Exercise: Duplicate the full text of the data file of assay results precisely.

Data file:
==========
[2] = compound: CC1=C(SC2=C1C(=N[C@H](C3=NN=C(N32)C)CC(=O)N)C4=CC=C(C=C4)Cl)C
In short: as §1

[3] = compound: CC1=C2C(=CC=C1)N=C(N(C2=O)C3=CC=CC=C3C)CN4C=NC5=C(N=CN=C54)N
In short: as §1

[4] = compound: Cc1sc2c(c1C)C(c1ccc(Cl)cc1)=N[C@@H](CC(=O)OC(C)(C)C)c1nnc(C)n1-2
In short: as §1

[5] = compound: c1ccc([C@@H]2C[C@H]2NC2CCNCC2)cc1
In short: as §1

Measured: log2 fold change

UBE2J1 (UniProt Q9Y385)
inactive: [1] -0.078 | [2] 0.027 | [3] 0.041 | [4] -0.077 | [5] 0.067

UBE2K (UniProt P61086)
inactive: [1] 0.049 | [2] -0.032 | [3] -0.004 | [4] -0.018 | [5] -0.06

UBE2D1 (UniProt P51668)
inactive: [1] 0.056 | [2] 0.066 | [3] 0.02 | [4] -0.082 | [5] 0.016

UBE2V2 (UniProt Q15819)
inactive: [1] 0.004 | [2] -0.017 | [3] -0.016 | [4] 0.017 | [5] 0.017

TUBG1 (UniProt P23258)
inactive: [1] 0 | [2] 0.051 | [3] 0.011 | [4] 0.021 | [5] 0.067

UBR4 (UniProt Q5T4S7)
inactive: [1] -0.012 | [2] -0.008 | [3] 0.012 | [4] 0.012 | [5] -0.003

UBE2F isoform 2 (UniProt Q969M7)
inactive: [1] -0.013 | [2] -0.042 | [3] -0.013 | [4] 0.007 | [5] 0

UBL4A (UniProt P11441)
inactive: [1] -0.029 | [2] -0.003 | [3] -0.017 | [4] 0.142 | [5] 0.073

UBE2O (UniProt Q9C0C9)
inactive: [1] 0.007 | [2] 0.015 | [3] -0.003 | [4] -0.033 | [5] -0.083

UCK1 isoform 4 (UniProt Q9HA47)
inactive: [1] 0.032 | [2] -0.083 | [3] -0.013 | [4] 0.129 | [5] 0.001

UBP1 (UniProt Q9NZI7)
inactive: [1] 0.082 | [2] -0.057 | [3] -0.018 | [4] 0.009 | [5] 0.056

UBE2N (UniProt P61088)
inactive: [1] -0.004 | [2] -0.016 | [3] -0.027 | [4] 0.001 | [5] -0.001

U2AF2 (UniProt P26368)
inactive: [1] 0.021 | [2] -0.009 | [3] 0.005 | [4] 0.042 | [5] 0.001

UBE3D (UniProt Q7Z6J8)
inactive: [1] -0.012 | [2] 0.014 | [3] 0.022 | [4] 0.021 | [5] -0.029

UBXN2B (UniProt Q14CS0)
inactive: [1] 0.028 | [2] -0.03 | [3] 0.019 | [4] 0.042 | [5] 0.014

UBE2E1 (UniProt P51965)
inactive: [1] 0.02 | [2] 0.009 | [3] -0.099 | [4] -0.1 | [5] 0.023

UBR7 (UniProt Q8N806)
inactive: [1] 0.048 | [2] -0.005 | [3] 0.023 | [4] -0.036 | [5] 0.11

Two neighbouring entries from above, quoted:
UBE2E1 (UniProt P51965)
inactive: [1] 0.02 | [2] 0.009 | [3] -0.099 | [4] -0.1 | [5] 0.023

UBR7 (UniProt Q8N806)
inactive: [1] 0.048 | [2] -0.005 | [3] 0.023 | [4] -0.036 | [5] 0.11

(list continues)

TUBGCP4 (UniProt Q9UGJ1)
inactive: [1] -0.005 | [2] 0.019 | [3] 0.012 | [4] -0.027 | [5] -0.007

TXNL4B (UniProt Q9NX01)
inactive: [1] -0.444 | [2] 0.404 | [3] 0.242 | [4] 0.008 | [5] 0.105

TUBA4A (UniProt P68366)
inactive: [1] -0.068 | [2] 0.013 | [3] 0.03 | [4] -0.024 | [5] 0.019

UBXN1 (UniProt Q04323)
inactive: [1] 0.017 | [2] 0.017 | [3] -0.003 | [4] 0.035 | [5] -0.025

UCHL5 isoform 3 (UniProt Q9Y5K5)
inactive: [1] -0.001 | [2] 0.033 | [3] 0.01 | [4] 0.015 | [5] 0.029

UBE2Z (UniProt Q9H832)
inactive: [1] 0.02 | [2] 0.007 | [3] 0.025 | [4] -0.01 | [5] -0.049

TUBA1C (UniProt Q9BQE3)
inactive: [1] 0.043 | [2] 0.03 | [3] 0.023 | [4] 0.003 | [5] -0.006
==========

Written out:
[2] = compound: CC1=C(SC2=C1C(=N[C@H](C3=NN=C(N32)C)CC(=O)N)C4=CC=C(C=C4)Cl)C
In short: as §1

[3] = compound: CC1=C2C(=CC=C1)N=C(N(C2=O)C3=CC=CC=C3C)CN4C=NC5=C(N=CN=C54)N
In short: as §1

[4] = compound: Cc1sc2c(c1C)C(c1ccc(Cl)cc1)=N[C@@H](CC(=O)OC(C)(C)C)c1nnc(C)n1-2
In short: as §1

[5] = compound: c1ccc([C@@H]2C[C@H]2NC2CCNCC2)cc1
In short: as §1

Measured: log2 fold change

UBE2J1 (UniProt Q9Y385)
inactive: [1] -0.078 | [2] 0.027 | [3] 0.041 | [4] -0.077 | [5] 0.067

UBE2K (UniProt P61086)
inactive: [1] 0.049 | [2] -0.032 | [3] -0.004 | [4] -0.018 | [5] -0.06

UBE2D1 (UniProt P51668)
inactive: [1] 0.056 | [2] 0.066 | [3] 0.02 | [4] -0.082 | [5] 0.016

UBE2V2 (UniProt Q15819)
inactive: [1] 0.004 | [2] -0.017 | [3] -0.016 | [4] 0.017 | [5] 0.017

TUBG1 (UniProt P23258)
inactive: [1] 0 | [2] 0.051 | [3] 0.011 | [4] 0.021 | [5] 0.067

UBR4 (UniProt Q5T4S7)
inactive: [1] -0.012 | [2] -0.008 | [3] 0.012 | [4] 0.012 | [5] -0.003

UBE2F isoform 2 (UniProt Q969M7)
inactive: [1] -0.013 | [2] -0.042 | [3] -0.013 | [4] 0.007 | [5] 0

UBL4A (UniProt P11441)
inactive: [1] -0.029 | [2] -0.003 | [3] -0.017 | [4] 0.142 | [5] 0.073

UBE2O (UniProt Q9C0C9)
inactive: [1] 0.007 | [2] 0.015 | [3] -0.003 | [4] -0.033 | [5] -0.083

UCK1 isoform 4 (UniProt Q9HA47)
inactive: [1] 0.032 | [2] -0.083 | [3] -0.013 | [4] 0.129 | [5] 0.001

UBP1 (UniProt Q9NZI7)
inactive: [1] 0.082 | [2] -0.057 | [3] -0.018 | [4] 0.009 | [5] 0.056

UBE2N (UniProt P61088)
inactive: [1] -0.004 | [2] -0.016 | [3] -0.027 | [4] 0.001 | [5] -0.001

U2AF2 (UniProt P26368)
inactive: [1] 0.021 | [2] -0.009 | [3] 0.005 | [4] 0.042 | [5] 0.001

UBE3D (UniProt Q7Z6J8)
inactive: [1] -0.012 | [2] 0.014 | [3] 0.022 | [4] 0.021 | [5] -0.029

UBXN2B (UniProt Q14CS0)
inactive: [1] 0.028 | [2] -0.03 | [3] 0.019 | [4] 0.042 | [5] 0.014

UBE2E1 (UniProt P51965)
inactive: [1] 0.02 | [2] 0.009 | [3] -0.099 | [4] -0.1 | [5] 0.023

UBR7 (UniProt Q8N806)
inactive: [1] 0.048 | [2] -0.005 | [3] 0.023 | [4] -0.036 | [5] 0.11

Two neighbouring entries from above, quoted:
UBE2E1 (UniProt P51965)
inactive: [1] 0.02 | [2] 0.009 | [3] -0.099 | [4] -0.1 | [5] 0.023

UBR7 (UniProt Q8N806)
inactive: [1] 0.048 | [2] -0.005 | [3] 0.023 | [4] -0.036 | [5] 0.11

(list continues)

TUBGCP4 (UniProt Q9UGJ1)
inactive: [1] -0.005 | [2] 0.019 | [3] 0.012 | [4] -0.027 | [5] -0.007

TXNL4B (UniProt Q9NX01)
inactive: [1] -0.444 | [2] 0.404 | [3] 0.242 | [4] 0.008 | [5] 0.105

TUBA4A (UniProt P68366)
inactive: [1] -0.068 | [2] 0.013 | [3] 0.03 | [4] -0.024 | [5] 0.019

UBXN1 (UniProt Q04323)
inactive: [1] 0.017 | [2] 0.017 | [3] -0.003 | [4] 0.035 | [5] -0.025

UCHL5 isoform 3 (UniProt Q9Y5K5)
inactive: [1] -0.001 | [2] 0.033 | [3] 0.01 | [4] 0.015 | [5] 0.029

UBE2Z (UniProt Q9H832)
inactive: [1] 0.02 | [2] 0.007 | [3] 0.025 | [4] -0.01 | [5] -0.049

TUBA1C (UniProt Q9BQE3)
inactive: [1] 0.043 | [2] 0.03 | [3] 0.023 | [4] 0.003 | [5] -0.006